Jacobin, June 2018
I reject the idea that who Bernie Sanders was in the 1960s is irrelevant. Who you are and what you do, what you fought for, and who and what you fought against, is always relevant. Twenty and thirty and forty years from now, when people step up to lead, and run for office, what they did and where they were during the Black Lives Matter movement will mean something. If what Bernie did in the sixties doesn’t matter now, then what you are doing right now doesn’t matter. But you and I know it does.
Dr King once said, “The ultimate measure of a man is not where he stands in moments of comfort and convenience, but where he stands at times of challenge and controversy.”
Just a teenager, Bernie Sanders moved from his hometown of Brooklyn to Chicago at the height of the Civil Rights Movement. It was the most tumultuous and challenging time this nation had faced since the Civil War a hundred years earlier.
And most Americans, particularly most white Americans, remained silent. It was that silence, in the face of lynching, in the face of water hoses, in the face of bombings of homes and churches, in the face of assassinations, in the face of attack dogs being released on children, it was white silence that broke the heart of Dr King as he languished in a Birmingham jail (read his letter here). It was that silence that he found told us more about the soul of America than the brutality and evil of this place.
Bernie loved Dr King. And long before we used the phrase, Bernie had the notion that he needed to use his own white privilege to fight back against racism and bigotry and oppression and inequality. And that desire to hold this country to a higher standard began to well up in Bernie as a young student at the University of Chicago. He became the chairman of the university chapter of the Congress for Racial Equality (CORE) and merged the group with SNCC — the Student Nonviolent Coordinating Committee. Bernie literally helped lead the first known sit-in in at the University of Chicago, where thirty-three students camped outside of the President’s office — protesting segregating housing on campus.
Disturbed by police brutality in Chicago, Bernie once spent the entire day blanketing the city with flyers on the issue — only to notice that he was being tracked by police who were following him and taking the flyers down.
Bernie hates telling these stories and has resisted using them for political capital across the years — even when advisors and others have told him it would boost his profile — he has refused. He does what he does because he cares. When I introduced Bernie at a rally in Los Angeles by sharing many of these stories, his own family came to me in tears saying that even they had never heard them before. He has always felt that what he did during the sixties paled in comparison to those who were beaten or lost their lives — and so he has kept some powerful stories to himself.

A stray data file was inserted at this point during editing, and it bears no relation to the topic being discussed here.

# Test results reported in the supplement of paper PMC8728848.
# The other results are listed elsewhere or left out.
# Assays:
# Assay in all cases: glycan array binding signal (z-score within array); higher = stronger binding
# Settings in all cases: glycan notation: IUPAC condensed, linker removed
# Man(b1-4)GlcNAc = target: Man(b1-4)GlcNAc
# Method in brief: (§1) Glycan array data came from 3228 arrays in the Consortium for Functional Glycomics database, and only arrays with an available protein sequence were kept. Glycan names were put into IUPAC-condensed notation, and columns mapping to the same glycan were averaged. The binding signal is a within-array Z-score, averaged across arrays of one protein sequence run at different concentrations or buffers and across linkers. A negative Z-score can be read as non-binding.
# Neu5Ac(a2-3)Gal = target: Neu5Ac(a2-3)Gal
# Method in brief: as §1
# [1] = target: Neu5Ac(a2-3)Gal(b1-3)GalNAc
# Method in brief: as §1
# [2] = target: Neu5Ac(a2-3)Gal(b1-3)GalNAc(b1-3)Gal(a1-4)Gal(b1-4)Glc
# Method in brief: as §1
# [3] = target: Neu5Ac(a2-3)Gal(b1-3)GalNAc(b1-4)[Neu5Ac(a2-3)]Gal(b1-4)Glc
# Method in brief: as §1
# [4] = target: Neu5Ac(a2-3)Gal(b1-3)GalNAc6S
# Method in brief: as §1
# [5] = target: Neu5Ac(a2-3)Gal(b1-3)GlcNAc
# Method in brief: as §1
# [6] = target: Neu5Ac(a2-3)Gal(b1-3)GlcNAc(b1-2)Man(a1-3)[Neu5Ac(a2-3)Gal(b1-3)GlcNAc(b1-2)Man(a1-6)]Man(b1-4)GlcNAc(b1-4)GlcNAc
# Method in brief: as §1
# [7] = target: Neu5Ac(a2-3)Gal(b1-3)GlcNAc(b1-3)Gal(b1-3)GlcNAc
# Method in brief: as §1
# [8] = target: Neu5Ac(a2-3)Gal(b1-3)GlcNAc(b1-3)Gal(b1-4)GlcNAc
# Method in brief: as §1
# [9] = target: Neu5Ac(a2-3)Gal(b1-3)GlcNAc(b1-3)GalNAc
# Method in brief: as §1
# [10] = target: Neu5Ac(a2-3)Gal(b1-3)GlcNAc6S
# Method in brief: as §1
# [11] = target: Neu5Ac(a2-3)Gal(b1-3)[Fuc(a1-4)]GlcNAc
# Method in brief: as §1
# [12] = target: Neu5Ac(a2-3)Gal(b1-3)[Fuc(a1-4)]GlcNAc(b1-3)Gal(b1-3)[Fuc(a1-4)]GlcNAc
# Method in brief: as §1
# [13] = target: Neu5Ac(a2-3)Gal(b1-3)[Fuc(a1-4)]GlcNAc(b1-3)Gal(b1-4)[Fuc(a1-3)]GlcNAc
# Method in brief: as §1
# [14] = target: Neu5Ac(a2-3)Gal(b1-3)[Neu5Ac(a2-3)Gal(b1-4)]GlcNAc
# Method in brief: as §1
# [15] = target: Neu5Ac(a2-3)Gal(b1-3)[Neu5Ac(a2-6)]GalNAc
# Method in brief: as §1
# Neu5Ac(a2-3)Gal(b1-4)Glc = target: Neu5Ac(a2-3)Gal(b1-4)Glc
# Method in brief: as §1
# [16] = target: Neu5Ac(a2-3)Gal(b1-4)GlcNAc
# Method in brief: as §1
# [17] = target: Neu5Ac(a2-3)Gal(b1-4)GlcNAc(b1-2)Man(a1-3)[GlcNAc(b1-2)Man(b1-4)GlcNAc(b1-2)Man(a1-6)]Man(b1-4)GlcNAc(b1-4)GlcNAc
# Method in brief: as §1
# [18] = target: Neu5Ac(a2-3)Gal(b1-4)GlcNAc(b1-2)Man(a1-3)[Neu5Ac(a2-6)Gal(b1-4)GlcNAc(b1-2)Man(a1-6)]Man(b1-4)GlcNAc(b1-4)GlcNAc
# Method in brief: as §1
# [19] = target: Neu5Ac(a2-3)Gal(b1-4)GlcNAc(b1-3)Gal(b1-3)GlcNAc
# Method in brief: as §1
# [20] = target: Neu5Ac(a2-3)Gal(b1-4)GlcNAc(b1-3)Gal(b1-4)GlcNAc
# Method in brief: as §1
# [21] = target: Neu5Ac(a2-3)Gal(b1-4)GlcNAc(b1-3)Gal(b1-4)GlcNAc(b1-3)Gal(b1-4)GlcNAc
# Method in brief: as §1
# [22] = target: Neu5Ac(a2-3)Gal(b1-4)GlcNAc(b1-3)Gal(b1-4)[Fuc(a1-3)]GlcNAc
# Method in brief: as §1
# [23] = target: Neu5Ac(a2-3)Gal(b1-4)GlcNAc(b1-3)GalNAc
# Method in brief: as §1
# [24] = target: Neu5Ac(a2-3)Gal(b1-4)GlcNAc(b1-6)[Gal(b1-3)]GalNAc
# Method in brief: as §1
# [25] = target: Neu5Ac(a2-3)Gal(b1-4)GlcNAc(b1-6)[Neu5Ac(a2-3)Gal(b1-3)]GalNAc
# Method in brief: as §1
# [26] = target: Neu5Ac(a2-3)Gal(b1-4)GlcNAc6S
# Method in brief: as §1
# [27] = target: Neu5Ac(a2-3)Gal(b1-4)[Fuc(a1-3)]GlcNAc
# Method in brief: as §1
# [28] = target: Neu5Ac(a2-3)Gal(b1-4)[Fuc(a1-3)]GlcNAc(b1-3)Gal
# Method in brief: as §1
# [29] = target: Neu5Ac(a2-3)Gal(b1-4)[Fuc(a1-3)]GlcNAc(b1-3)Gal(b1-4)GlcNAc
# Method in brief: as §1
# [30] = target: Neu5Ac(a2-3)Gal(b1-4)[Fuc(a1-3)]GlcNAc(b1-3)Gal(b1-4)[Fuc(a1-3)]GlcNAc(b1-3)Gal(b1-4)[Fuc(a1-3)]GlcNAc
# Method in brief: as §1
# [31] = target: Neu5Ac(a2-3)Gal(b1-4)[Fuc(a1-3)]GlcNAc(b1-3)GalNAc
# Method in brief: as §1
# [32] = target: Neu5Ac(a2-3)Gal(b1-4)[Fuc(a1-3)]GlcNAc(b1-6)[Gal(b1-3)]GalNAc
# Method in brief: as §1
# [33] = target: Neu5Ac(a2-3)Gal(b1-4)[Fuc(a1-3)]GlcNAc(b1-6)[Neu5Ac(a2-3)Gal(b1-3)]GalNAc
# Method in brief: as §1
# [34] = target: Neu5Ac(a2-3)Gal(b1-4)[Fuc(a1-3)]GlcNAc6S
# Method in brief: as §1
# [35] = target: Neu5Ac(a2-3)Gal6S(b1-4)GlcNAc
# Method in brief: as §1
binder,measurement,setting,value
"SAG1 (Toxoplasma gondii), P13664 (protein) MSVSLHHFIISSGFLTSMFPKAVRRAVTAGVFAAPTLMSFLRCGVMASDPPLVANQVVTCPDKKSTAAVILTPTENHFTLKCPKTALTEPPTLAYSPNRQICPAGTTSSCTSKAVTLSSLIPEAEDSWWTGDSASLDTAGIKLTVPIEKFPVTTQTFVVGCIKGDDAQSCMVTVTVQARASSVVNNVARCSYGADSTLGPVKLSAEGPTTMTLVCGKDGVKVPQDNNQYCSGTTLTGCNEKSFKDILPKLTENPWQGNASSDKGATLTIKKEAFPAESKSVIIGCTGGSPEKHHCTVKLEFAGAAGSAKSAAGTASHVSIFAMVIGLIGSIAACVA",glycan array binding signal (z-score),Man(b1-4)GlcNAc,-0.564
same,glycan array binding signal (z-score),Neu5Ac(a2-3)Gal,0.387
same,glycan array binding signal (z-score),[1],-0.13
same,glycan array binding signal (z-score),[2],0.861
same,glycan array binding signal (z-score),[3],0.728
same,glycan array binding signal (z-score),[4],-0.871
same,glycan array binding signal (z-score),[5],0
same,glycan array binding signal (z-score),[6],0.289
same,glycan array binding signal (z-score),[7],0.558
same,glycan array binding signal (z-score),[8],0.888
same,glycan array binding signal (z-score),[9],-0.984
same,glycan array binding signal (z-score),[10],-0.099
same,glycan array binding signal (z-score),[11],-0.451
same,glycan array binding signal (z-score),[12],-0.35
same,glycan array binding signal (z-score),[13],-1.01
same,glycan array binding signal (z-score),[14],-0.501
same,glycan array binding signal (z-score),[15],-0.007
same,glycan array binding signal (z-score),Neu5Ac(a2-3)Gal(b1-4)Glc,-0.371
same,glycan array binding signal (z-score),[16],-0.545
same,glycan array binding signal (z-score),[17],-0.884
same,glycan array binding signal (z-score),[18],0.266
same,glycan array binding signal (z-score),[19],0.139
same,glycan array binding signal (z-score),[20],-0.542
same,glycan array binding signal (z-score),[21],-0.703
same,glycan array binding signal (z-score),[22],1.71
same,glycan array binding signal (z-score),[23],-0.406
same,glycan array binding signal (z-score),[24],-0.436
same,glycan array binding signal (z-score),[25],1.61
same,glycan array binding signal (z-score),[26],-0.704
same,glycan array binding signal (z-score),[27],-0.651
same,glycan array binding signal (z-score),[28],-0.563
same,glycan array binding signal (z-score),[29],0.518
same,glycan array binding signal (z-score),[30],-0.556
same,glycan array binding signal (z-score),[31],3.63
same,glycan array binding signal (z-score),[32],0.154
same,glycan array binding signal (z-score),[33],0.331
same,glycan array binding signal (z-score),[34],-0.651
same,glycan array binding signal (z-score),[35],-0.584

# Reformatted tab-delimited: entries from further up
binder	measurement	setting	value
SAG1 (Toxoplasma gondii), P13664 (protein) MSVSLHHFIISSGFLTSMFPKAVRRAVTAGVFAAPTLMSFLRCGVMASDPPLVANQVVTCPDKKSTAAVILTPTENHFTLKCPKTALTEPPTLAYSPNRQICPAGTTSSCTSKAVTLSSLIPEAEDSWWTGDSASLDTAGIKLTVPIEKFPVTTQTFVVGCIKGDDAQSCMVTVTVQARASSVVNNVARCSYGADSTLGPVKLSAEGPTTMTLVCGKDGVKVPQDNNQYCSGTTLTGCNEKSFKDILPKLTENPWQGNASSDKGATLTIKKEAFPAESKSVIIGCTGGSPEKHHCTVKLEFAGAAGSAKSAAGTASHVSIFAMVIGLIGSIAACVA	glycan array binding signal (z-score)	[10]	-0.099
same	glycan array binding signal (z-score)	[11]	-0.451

It’s cool for people to say, “I marched with Dr King” — and Bernie actually did attend the March on Washington, but he did so much more than that. This is not some exaggerated myth. This is the origin story of a political revolutionary.
In 1963, nine years after Brown v. Board of Education, the white power structure in Chicago was still fighting against school equality like their lives depended on it. They literally treated Black school children like they had the plague. Not only were Black schools woefully underfunded, they were overcrowded and bursting at the seams.
At the same time, with every single Black classroom in Chicago past capacity, sometimes with school children sharing chairs and desks, a report found that 382 white classrooms across Chicago were completely vacant.
Mayor Richard Daley, who ruled Chicago with an iron fist, still hailed as a Democratic hero to this day, and School Superintendent Benjamin Willis, decided that before they would let a single Black child fill one of those vacant white classrooms, they would start putting raggedy trailers on the playgrounds and in the parking lots of Black schools, and put Black school kids in those trailers instead. They were scorching hot in the summer and bitterly cold in the winter. They were so cheap and poorly constructed that they often had holes in the floor — allowing rodents to come in and out at will. And those awful trailers became known around Chicago as Willis Wagons, named after Benjamin Willis, the school superintendent. ...
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